The future of survey research

The Future of Survey Research: Challenges and Opportunities

A Report to the National Science Foundation Based on Two Conferences Held on October 3-4 and November 8-9, 2012


For more than thirty years, the National Science Foundation (NSF) has supported data for research on a wide variety of topics by making awards to three major long-term survey efforts, the American National Elections Studies (ANES), the Panel Study of Income Dynamics (PSID), and the General Social Survey (GSS). In February 2012, the Advisory Committee for the Social, Behavioral, and Economic Sciences (SBE) was asked to provide advice about future investments in these surveys and others. The Advisory Committee then charged a subcommittee to provide that advice. The Subcommittee on Advancing SBE Survey Research is comprised of Jon Krosnick (Stanford University, chair), Janet Harkness (University of Nebraska, deceased), Kaye Husbands-Fealing (University of Minnesota), Stanley Presser (University of Maryland), and Steven Ruggles (University of Minnesota).

The Subcommittee submits this report to the Assistant Director of the SBE Directorate, with the purpose of providing advice related to how the Foundation can best use its resources to support research through survey data collection. Specifically, the report addresses the following questions, as requested:

1. What are the challenges facing survey-based data collection today (e.g., falling participation rates, rising costs, or coverage of frames)?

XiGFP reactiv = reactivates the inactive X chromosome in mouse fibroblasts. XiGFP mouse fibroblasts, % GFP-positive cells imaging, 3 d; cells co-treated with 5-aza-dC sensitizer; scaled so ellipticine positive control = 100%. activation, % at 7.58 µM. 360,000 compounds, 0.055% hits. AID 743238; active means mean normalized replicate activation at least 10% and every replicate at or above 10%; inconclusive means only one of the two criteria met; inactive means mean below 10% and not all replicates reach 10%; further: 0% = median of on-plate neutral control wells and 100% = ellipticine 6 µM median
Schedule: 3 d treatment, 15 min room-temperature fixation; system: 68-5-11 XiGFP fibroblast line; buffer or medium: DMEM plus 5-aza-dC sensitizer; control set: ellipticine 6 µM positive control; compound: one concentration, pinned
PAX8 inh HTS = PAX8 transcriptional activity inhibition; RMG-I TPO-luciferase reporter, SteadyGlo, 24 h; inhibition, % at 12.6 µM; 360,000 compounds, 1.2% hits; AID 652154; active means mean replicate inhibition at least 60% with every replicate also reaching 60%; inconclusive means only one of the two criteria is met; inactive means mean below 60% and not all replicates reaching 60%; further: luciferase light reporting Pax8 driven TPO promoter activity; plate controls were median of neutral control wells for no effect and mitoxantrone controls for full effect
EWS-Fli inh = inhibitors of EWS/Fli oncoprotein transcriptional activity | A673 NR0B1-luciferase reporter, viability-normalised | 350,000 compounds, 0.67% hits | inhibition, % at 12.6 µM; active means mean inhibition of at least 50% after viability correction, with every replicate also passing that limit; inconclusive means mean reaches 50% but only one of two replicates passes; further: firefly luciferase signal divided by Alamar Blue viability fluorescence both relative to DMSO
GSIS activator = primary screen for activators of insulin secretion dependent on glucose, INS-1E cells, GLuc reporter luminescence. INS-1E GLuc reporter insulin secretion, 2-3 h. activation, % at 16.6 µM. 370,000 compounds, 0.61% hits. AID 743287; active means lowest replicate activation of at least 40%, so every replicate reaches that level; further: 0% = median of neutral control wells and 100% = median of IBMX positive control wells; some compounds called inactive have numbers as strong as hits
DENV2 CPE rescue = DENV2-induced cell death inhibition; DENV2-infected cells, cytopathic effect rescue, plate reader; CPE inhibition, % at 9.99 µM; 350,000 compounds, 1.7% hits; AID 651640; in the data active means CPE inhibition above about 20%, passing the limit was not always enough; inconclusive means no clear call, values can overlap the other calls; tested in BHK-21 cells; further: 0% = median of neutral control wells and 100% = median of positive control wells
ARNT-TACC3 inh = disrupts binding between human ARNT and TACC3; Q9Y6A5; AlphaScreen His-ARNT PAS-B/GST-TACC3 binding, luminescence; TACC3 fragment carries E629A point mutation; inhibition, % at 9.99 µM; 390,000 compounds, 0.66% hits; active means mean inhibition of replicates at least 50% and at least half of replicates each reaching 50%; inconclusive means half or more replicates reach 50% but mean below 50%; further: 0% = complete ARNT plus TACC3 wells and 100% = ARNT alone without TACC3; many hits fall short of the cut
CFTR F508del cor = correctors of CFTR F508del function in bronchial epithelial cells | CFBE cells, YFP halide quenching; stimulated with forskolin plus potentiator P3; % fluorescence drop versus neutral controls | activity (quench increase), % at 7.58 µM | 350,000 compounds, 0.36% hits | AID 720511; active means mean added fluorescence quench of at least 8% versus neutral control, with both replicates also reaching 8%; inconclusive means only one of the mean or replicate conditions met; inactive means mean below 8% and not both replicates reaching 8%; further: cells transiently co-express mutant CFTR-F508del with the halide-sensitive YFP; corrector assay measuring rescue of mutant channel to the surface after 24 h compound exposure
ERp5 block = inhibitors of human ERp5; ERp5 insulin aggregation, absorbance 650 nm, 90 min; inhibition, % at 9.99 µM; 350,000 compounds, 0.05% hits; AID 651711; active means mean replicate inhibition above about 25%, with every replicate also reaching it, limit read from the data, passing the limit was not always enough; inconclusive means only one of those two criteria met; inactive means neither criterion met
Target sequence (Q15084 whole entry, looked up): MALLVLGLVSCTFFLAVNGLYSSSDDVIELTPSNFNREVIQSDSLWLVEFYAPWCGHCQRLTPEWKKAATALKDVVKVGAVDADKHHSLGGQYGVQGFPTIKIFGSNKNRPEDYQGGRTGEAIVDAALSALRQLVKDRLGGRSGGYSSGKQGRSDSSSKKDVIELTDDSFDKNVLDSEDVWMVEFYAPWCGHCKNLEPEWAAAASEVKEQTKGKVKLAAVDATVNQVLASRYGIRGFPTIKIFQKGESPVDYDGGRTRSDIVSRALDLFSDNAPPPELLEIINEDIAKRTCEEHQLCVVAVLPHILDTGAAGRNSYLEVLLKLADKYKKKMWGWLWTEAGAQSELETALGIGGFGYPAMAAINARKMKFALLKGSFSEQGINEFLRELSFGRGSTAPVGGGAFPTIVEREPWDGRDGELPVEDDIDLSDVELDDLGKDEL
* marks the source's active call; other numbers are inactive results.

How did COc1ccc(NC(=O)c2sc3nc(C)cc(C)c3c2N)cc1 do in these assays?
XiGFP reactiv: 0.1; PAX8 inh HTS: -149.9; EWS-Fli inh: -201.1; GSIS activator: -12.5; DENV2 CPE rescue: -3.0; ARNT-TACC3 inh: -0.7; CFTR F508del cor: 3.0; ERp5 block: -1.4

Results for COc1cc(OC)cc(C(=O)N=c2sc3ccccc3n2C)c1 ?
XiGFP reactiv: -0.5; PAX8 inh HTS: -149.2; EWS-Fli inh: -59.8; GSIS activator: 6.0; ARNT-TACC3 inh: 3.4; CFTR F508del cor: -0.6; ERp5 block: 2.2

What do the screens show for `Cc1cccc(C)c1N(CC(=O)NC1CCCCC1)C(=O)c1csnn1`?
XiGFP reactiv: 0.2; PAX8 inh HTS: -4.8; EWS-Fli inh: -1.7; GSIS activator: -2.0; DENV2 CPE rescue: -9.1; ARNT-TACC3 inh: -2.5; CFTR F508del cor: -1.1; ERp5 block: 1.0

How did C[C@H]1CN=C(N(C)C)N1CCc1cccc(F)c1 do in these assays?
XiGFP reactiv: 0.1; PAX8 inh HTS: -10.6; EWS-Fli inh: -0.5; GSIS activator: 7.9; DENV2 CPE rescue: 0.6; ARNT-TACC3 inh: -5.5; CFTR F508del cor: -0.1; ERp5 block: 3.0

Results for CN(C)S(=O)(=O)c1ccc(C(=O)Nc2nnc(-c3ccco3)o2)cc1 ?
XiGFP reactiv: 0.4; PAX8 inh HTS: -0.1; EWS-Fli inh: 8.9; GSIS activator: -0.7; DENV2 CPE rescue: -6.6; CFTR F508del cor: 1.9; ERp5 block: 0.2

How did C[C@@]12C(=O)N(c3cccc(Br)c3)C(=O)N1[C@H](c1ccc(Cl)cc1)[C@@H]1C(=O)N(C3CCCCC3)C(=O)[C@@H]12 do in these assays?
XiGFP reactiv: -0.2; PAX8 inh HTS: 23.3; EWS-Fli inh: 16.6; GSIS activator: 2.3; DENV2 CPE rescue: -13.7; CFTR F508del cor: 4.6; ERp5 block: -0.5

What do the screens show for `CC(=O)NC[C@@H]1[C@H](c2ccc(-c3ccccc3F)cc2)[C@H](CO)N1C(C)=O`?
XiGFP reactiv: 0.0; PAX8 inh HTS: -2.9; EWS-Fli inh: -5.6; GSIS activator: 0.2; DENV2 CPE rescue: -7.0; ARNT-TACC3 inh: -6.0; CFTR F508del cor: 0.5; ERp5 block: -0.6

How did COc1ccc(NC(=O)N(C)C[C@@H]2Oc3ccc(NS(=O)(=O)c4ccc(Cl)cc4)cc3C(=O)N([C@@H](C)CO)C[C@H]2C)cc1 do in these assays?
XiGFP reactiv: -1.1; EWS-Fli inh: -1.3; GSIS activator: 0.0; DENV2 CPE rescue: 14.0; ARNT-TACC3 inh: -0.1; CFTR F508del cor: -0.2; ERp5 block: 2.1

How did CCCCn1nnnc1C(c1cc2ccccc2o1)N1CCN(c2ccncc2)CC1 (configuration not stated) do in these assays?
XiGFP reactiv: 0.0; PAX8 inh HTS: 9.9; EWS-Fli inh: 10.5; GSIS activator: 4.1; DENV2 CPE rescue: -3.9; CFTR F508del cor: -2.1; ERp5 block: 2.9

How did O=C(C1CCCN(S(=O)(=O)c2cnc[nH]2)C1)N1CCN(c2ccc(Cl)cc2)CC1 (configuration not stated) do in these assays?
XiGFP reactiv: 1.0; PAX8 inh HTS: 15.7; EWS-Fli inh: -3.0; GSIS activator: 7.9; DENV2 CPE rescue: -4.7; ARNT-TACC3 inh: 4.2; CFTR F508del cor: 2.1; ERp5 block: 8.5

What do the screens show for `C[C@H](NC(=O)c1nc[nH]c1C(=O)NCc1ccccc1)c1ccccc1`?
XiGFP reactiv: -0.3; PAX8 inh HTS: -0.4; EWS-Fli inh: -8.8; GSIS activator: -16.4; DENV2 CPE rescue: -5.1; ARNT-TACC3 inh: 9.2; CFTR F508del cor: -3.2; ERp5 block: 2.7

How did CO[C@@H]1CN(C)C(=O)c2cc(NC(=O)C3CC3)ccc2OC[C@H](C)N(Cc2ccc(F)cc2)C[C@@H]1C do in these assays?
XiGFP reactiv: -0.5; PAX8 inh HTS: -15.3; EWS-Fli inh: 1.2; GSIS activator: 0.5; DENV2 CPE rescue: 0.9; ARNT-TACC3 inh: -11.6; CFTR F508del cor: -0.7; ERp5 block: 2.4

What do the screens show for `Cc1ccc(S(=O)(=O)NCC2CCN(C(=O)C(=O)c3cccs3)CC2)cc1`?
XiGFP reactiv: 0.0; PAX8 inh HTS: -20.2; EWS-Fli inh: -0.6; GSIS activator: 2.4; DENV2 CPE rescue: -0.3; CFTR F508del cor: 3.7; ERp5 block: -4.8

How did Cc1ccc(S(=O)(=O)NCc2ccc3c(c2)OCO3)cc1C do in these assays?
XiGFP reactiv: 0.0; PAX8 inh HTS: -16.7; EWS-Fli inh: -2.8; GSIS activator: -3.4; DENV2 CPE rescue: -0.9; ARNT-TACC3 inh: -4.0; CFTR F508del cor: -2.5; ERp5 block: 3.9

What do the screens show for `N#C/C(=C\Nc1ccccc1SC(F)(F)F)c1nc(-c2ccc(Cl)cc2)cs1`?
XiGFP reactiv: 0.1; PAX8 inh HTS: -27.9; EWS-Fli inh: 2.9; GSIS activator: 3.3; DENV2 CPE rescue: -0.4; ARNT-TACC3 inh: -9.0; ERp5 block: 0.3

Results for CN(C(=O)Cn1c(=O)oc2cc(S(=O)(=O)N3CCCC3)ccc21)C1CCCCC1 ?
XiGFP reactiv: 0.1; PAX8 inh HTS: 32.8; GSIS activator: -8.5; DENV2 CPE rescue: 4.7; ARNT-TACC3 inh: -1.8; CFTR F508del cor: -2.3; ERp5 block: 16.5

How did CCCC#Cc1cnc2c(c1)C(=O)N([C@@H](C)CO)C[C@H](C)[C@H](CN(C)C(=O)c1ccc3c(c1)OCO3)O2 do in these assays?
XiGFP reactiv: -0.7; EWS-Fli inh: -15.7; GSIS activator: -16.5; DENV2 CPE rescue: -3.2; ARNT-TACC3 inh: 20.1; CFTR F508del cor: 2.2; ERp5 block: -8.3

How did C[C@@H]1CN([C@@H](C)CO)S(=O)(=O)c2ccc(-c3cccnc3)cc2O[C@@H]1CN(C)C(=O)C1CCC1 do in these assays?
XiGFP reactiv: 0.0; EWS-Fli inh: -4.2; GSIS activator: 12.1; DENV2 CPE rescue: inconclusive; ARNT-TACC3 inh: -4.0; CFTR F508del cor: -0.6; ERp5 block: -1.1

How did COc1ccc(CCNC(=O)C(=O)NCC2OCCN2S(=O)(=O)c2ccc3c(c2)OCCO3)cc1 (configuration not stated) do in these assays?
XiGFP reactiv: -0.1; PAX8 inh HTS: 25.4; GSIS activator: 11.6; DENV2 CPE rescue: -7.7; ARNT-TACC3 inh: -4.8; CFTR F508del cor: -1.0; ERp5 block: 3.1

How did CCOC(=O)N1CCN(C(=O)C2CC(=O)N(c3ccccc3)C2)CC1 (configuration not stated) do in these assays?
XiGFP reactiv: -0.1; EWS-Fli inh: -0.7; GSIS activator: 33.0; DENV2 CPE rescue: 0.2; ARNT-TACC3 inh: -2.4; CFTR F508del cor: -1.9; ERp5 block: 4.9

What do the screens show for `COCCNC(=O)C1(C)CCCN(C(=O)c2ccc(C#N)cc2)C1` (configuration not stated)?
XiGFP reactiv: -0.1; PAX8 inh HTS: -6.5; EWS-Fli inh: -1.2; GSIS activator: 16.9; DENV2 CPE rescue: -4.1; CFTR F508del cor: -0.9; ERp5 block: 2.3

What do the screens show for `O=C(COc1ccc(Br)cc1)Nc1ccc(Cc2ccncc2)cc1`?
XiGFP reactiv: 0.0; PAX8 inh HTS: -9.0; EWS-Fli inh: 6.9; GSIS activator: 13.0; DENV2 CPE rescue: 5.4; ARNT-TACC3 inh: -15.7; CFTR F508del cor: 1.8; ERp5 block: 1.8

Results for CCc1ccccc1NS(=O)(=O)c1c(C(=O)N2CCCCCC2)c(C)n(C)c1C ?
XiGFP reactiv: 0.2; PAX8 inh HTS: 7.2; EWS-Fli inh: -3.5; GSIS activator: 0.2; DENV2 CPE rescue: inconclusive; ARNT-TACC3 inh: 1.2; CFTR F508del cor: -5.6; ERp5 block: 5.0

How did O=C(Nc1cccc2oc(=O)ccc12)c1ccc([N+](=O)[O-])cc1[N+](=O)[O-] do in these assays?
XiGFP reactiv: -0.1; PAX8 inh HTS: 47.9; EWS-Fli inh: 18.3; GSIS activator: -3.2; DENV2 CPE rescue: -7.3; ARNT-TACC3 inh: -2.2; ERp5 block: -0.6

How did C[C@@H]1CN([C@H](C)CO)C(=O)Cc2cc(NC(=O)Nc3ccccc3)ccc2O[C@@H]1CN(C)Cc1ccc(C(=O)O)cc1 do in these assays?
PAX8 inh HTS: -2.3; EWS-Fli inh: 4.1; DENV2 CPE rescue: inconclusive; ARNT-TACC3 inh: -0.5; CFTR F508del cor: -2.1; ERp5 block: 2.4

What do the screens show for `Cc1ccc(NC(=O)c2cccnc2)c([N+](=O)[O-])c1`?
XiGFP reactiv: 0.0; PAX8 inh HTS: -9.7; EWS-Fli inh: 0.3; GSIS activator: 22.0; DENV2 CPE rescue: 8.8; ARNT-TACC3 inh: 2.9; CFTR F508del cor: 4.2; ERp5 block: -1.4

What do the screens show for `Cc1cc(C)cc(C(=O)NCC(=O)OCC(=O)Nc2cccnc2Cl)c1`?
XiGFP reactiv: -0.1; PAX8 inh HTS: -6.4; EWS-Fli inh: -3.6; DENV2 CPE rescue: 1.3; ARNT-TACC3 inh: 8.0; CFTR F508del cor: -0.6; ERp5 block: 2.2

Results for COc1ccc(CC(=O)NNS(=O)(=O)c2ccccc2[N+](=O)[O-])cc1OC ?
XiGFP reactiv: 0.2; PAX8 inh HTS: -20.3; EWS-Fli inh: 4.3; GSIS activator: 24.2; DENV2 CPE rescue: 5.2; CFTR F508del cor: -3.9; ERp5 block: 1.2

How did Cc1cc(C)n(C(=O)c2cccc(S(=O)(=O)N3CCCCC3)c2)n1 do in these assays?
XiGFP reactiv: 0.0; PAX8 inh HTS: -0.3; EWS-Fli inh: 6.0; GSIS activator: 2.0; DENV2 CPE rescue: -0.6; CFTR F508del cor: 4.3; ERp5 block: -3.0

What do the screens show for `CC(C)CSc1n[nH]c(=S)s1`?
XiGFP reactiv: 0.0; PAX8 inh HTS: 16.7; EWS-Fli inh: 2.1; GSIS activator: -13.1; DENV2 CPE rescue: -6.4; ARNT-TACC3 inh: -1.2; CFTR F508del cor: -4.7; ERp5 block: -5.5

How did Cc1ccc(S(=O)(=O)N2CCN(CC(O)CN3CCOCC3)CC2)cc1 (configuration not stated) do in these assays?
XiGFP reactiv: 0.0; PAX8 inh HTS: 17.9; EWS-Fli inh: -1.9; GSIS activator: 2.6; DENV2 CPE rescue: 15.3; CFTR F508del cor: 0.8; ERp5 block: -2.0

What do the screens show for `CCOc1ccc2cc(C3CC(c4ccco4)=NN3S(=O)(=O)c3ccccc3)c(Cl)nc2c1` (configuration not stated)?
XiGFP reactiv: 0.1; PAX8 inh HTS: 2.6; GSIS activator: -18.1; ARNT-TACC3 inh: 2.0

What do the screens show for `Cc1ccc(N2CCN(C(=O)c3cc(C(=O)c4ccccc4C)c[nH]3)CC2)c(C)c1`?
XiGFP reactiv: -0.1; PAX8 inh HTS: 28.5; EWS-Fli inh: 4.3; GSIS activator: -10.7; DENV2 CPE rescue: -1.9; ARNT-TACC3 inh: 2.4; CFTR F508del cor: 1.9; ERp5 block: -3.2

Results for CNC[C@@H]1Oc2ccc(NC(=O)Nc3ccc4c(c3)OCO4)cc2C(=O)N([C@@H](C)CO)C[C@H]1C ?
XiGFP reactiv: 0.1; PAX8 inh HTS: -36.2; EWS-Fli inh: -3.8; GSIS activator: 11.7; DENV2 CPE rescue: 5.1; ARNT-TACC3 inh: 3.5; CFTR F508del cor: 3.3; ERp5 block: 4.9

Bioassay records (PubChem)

2. What innovations in survey methodology have taken place or are on the horizon?

3. How should SBE think about survey data in the context of the explosion of new digital sources of data? Does the Subcommittee see opportunities for blending data or mixed source methods that integrate existing administrative, commercial, or social media data with existing surveys to answer social science questions?

4. Given current challenges faced by survey research as well as the potential opportunities presented by new approaches to survey research, what types of questions will we be able to address with surveys in the future?

5. What is an overarching strategy for data collection that the Directorate supports (including, but not limited, to the three existing surveys), which could be used to guide planning for NSF-supported data in the future? This might include shared infrastructure across surveys, but should not be limited to that approach

By Stephen

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Professor and quant guy. Libertarian turned populist Republican. Trying to learn Japanese and play Spanish Baroque music on the ukulele.

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